Global large-scale mining company, Gold Fields Ghana Limited (GFGL), has flatly denied the claim that its blasting activities in Brahabobom, Western Region, were being carried out on the blind side of the regulatory agencies within the extractive space.
Reacting to a publication by Today newspaper with the headline: “Danger Looms In Tarkwa-Brahabobom…Over Blasts Of Mine Rocks By GFGL,” (on Monday, January 27, 2020), in an interview the Vice President and Head of Gold Fields West Africa, Francis Eduku, said that his outfit’s blasting activities, since May 2019, have been monitored by a 15-member Joint Blast Monitoring Committee (JBMC) set up by the Municipal Security Council (MUSEC).
The reason for JBMC, he explained, followed persistent complaints by the Brahabobom Landlords Association.
According to him, JBMC comprise officials of the Environmental Protection Agency (EPA), Minerals Commission, Commission on Human Rights and Administrative Justice (CHRAJ), MUSEC and representatives of the Association, who, he disclosed, recently withdrew from the JBMC.
“So far, all blasting activities monitored by the JBMC have recorded no exceedances,” he categorically affirmed.
Mr Eduku went on to disclose that four random unannounced monitoring by JBMC to ascertain claims by the Brahabobom Landlords Association that GFGL’s weekend blasting activities were not compliant with regulatory standards showed no exceedances.
“As a global large-scale mining company, our operations are subject to strict regulatory and statutory monitoring regime by the EPA, Minerals Commission, Water Resources Commission and other regulatory agencies,” he averred.
He told Today that his company, in addition to strictly complying with the Minerals Commission blasting standards, has also introduced a number of measures to further reduce the impact of blasting on Brahabobom community.
These, he said, included submission of blast monitoring results as part of its monthly report to the EPA, a community participatory blast-monitoring regime in place since December 2014, and trained six (6) community members to monitor all blasts carried out by GFGL.
In the case of the trained community members, he revealed that three of them observe and record blast results, adding that “Our blasting performance has improved consistently since 2015.”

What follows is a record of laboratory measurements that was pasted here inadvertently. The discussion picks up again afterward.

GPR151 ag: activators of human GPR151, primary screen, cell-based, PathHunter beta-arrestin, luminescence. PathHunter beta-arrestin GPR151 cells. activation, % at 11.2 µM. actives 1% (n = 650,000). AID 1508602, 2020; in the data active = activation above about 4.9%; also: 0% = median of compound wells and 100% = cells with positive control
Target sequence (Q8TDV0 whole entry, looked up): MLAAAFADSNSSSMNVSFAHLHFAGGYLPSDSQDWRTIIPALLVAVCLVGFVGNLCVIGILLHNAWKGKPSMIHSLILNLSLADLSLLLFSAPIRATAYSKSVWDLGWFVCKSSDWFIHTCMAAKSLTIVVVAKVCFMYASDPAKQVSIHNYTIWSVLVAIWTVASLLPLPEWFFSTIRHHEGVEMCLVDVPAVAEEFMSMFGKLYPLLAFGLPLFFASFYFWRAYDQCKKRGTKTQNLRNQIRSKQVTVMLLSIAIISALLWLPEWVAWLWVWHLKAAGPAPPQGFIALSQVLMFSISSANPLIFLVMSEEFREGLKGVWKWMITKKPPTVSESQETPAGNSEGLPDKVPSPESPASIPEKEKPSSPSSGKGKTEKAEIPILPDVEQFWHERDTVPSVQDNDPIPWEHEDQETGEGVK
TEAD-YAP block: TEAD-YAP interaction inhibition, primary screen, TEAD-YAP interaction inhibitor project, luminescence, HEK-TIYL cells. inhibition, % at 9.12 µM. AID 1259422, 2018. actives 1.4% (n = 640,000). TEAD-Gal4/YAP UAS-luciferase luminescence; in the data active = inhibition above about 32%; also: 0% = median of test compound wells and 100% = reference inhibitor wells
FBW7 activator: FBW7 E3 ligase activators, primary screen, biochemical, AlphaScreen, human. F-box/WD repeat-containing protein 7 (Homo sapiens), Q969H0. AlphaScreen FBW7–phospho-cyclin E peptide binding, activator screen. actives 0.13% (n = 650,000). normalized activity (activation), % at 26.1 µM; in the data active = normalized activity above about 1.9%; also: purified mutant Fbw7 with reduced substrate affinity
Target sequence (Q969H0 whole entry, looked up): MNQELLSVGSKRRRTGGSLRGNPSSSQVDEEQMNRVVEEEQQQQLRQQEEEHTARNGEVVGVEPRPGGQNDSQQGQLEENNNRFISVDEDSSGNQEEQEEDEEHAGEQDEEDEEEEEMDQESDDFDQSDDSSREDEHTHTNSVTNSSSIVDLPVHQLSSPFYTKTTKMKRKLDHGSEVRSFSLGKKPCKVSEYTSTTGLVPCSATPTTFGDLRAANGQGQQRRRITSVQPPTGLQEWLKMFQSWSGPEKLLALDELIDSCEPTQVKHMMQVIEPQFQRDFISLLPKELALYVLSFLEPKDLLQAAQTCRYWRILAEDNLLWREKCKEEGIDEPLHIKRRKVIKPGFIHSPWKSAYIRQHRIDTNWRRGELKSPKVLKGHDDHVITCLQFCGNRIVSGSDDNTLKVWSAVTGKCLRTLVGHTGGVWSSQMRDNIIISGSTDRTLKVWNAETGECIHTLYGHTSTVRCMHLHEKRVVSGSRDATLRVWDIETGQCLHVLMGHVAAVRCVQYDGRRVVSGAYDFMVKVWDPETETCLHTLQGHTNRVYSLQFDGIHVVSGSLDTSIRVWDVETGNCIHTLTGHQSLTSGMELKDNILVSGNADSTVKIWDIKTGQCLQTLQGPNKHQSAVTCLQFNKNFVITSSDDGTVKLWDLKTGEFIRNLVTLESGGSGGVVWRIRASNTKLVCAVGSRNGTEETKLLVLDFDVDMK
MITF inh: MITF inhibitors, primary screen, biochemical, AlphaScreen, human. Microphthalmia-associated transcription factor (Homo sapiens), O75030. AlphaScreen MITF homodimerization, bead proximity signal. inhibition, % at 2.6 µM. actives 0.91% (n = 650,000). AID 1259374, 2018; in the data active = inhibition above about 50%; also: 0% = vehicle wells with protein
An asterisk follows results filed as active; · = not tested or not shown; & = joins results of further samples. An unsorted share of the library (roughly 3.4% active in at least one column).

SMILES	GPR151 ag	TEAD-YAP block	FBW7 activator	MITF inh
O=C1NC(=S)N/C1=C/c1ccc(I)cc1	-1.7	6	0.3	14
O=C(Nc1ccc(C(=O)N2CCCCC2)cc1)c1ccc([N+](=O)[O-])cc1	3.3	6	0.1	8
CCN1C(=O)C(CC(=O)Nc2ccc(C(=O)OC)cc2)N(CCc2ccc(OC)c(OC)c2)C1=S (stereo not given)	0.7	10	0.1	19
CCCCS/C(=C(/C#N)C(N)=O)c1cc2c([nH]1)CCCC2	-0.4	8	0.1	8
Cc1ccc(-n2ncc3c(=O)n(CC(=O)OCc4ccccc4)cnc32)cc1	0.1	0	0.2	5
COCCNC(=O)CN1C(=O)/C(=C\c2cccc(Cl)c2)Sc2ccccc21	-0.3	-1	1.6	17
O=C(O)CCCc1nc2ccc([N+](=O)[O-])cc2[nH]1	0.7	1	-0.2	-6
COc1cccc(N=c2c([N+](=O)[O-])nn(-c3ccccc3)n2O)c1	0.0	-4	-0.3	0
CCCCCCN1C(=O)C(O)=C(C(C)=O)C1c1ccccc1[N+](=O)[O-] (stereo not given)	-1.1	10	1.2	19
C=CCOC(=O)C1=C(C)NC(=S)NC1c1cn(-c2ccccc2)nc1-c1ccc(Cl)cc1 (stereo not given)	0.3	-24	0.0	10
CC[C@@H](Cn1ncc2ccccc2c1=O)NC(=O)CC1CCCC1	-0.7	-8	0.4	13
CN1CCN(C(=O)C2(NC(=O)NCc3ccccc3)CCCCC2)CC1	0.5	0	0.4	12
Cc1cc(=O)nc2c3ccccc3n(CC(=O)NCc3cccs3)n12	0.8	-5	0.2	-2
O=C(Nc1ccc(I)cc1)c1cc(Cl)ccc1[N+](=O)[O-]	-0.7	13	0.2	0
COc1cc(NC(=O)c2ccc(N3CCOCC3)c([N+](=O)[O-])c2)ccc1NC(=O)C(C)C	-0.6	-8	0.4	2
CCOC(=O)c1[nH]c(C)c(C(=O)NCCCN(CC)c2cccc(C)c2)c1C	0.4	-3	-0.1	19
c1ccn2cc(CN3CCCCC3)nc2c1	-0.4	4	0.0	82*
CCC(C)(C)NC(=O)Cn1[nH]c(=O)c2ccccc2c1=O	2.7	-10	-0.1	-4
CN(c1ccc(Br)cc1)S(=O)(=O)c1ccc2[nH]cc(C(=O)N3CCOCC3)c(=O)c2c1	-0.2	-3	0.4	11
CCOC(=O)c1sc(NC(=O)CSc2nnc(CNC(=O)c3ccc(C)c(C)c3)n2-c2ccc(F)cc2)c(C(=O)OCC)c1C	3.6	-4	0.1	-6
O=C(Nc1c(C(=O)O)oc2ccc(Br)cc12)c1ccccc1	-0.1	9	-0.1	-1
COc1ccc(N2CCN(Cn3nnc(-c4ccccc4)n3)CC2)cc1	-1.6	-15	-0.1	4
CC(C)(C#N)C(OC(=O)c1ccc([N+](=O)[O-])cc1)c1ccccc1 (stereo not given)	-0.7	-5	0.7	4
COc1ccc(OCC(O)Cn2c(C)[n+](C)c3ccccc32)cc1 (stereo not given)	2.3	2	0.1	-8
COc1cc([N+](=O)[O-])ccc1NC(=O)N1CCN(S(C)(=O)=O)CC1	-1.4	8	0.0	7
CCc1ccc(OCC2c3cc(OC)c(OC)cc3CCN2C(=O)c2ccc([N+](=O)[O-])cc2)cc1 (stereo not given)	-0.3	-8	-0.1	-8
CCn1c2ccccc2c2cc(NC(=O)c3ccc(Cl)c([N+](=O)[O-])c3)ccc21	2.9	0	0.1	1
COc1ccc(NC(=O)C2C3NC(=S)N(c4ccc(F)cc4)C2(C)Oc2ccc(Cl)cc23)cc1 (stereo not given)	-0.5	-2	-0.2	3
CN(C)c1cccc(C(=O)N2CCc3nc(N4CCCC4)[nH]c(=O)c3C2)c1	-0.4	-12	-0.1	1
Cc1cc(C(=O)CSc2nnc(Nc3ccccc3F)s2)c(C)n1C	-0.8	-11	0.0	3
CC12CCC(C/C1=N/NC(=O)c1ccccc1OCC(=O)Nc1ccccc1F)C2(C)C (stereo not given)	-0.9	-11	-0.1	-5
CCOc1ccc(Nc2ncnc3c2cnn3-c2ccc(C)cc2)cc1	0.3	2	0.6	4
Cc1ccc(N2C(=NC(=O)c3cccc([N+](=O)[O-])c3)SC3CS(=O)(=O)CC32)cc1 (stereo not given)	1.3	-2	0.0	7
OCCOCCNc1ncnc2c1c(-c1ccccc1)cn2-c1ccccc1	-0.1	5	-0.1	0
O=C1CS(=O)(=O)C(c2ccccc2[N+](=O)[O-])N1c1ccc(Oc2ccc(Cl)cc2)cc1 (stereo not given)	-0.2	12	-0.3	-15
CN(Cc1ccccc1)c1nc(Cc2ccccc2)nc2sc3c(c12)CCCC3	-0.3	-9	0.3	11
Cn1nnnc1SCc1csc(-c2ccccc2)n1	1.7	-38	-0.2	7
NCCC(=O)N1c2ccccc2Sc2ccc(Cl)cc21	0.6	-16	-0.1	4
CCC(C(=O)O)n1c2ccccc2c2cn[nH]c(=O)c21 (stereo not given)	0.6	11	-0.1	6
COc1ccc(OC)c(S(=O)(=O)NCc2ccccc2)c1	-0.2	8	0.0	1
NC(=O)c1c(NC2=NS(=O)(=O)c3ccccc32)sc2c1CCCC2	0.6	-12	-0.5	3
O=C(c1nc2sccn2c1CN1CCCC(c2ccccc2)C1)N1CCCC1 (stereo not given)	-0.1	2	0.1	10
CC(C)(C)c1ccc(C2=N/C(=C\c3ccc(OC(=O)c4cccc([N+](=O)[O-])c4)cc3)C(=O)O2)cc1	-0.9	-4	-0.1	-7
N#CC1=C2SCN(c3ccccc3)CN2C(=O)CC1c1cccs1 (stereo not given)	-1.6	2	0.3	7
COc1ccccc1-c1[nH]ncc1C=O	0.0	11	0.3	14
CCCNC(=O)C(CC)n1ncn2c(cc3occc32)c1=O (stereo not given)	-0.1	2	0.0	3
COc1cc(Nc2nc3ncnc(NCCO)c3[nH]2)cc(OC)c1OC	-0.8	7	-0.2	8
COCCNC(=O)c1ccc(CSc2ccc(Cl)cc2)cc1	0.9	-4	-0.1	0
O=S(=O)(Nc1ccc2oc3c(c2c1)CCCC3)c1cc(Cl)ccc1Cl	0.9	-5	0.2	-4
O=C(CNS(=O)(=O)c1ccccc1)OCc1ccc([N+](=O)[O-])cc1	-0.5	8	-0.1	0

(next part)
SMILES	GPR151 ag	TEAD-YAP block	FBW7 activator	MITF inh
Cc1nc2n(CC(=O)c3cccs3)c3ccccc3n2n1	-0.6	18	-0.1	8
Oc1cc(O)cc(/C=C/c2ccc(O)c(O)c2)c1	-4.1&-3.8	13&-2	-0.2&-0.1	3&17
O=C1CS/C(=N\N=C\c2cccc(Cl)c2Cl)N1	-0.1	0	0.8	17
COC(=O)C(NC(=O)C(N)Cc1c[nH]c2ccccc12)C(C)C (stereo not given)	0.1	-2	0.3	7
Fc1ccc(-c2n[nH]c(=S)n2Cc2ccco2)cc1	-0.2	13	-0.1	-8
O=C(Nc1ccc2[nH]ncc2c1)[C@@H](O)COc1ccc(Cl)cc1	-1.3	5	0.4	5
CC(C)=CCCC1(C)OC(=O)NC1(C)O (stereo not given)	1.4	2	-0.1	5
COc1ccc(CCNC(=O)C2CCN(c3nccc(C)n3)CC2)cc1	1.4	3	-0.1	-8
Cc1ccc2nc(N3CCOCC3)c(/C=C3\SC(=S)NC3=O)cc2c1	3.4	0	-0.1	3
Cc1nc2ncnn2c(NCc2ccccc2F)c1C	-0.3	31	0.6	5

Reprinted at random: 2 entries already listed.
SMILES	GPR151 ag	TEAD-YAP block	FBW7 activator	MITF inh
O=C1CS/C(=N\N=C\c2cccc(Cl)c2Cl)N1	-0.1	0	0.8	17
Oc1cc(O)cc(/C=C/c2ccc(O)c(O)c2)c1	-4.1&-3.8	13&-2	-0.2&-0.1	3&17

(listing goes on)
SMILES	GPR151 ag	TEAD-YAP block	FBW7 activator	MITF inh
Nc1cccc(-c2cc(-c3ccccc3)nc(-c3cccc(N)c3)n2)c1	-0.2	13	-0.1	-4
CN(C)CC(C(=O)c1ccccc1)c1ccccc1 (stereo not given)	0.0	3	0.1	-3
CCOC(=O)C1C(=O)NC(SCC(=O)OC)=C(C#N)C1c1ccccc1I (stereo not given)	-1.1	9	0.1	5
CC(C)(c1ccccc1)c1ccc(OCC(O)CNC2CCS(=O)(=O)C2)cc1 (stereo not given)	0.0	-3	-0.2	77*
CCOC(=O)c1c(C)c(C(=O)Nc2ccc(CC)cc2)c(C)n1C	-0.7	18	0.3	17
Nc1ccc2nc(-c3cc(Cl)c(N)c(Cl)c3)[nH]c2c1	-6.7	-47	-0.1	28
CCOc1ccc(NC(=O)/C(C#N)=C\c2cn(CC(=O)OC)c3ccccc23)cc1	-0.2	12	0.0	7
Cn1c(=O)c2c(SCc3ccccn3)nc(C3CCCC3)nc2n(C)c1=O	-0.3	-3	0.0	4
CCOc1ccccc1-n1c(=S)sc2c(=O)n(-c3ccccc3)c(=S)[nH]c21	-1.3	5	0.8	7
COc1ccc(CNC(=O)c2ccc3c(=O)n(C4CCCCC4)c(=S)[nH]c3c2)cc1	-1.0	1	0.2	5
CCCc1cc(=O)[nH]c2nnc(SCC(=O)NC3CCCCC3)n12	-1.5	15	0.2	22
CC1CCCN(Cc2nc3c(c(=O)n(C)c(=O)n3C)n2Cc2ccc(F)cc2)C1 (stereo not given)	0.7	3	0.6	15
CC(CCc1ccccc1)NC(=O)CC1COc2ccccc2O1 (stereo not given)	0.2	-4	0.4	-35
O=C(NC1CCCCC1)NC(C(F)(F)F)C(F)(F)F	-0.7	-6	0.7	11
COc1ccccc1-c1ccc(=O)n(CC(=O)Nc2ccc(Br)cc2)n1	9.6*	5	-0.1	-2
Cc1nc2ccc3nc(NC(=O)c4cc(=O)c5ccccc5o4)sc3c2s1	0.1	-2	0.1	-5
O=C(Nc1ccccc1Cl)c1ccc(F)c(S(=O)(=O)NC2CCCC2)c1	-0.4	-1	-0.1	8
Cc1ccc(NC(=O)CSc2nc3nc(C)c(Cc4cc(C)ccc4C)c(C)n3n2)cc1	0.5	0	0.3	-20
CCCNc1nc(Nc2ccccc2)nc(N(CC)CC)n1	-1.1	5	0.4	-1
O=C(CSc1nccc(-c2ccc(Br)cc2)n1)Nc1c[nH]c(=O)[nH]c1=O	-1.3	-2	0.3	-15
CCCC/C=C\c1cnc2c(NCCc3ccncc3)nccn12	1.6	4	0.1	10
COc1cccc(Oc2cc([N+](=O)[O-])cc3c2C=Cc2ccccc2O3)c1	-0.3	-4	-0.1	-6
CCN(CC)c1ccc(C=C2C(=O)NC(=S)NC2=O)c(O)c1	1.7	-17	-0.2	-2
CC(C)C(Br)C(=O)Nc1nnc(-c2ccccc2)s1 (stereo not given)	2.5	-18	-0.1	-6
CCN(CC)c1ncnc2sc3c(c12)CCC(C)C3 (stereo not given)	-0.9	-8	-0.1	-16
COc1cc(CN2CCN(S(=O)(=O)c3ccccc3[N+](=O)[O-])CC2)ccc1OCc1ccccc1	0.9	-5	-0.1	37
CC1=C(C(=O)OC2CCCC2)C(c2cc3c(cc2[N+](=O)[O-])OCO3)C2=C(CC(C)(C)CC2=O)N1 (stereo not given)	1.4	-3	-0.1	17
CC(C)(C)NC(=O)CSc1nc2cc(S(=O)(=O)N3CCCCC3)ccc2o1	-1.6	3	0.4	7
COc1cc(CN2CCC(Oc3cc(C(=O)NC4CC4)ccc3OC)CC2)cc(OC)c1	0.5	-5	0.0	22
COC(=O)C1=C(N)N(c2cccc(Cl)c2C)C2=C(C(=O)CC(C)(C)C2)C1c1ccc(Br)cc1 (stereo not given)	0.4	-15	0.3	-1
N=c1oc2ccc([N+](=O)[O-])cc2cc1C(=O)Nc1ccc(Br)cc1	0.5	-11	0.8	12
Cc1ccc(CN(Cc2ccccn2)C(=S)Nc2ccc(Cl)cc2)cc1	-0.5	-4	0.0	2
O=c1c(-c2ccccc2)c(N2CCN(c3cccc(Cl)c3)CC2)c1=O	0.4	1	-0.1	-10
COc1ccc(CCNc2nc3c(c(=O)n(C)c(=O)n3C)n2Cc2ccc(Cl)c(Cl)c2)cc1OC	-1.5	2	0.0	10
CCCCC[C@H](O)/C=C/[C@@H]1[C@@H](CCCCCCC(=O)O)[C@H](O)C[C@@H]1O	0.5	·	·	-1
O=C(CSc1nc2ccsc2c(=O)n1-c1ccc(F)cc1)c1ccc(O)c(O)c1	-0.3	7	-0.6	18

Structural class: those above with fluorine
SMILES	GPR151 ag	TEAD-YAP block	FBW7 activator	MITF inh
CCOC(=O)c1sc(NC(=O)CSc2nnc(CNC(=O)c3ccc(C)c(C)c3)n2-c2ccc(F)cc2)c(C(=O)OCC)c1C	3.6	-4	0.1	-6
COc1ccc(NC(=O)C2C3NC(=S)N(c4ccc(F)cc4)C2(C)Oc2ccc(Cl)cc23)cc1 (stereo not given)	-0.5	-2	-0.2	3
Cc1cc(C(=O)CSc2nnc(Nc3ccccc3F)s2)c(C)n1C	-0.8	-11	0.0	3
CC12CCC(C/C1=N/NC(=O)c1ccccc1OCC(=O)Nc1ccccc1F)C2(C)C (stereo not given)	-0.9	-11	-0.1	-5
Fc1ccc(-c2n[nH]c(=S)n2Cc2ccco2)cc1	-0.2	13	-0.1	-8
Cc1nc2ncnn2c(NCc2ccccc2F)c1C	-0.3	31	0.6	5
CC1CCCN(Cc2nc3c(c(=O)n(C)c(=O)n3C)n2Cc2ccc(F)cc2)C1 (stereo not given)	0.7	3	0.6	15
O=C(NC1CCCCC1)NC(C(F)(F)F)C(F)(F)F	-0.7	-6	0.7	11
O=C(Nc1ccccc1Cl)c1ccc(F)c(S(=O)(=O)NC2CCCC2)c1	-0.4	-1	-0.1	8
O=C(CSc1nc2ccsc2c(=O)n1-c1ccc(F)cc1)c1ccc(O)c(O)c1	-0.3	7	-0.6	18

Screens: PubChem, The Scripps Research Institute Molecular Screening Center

The mine has equally introduced electronic blasting all in an effort to reduce the impact of blasting on Brahabobom community, he said.
Other interventions adopted, he revealed, include the use of air bags, increased stemming heights, reduction in the number of blast holes, reduction in blast hole diameters, as well as delayed blasting.
“The mine has also established a buffer zone between the pit and the community by growing several hectares of rubber plantation to prevent encroachment,” he said.
Mr Eduku intimated that in line with his company’s vision to mine responsibly, “we do not only comply with regulations, we care deeply about the communities that have graciously hosted our operations over the past 26 years, and we take their concerns seriously.”
In line with their Society and Community Charter, he said GFGL always engages stakeholders in a “transparent, honest and respectful manner.”
“As such, we have maintained a very good and cordial relationship with all our host communities, including the Brahabobom community in Tarkwa. As part of our responsive complaints and grievance resolution system, we have extensively engaged all stakeholders including chiefs, elders and opinion leaders of the Brahabobom community, as well as the Minerals Commission, Environmental Protection Agency (EPA), Commission on Human Rights and Administrative Justice (CHRAJ), Municipal Security Council (MUSEC) of the Tarkwa-Nsuaem Municipal Assembly (TNMA) and the University of Mines and Technology (UMaT),” said Mr Eduku.
According to him, his company together with the above stakeholders have been working on an agreed road map to resolve the Brahabobom Landlords Association’s (complaints about the impact of the mine’s blasting activities on the community.
Consequently, he said that upon the advice of the Minerals Commission, a 20-30-metre high noise bund was constructed along the crest of the Atuabo-Mantraim pit in 2013 to prevent visual intrusion and mitigate the risk of flying rocks on the community.
“As directed by the EPA, the mine also commissioned Geo-systems consulting firm to assess the conditions of buildings and structures in our operational areas. Contrary to the allegations in the news report, the assessment conducted in Brahabobom in 2015 did not establish that cracks in the buildings were caused by the mine’s blasting activities. As a good neighbour, GFGL repaired all cracked buildings in the community, which was supervised by the Chairman of the Association, Mr E. Brewu Armoo, and the Secretary, Mr Frank Minta,” Mr Eduku said.
Against this background, the vice president and head of HR, Goldfield West Africa, reiterated that his outfit was committed to working with all stakeholders to resolve the matter amicably for “our mutual benefit.”
“We assure all our stakeholders that, we will continue to operate within the provisions of the Minerals and Mining (Explosives) Regulation (L.I. 2177), and implement all measures required to reduce the impact of blasting to ensure the safety of members of the Brahabobom community,” he firmly assured.
Story: Ato KEELSON
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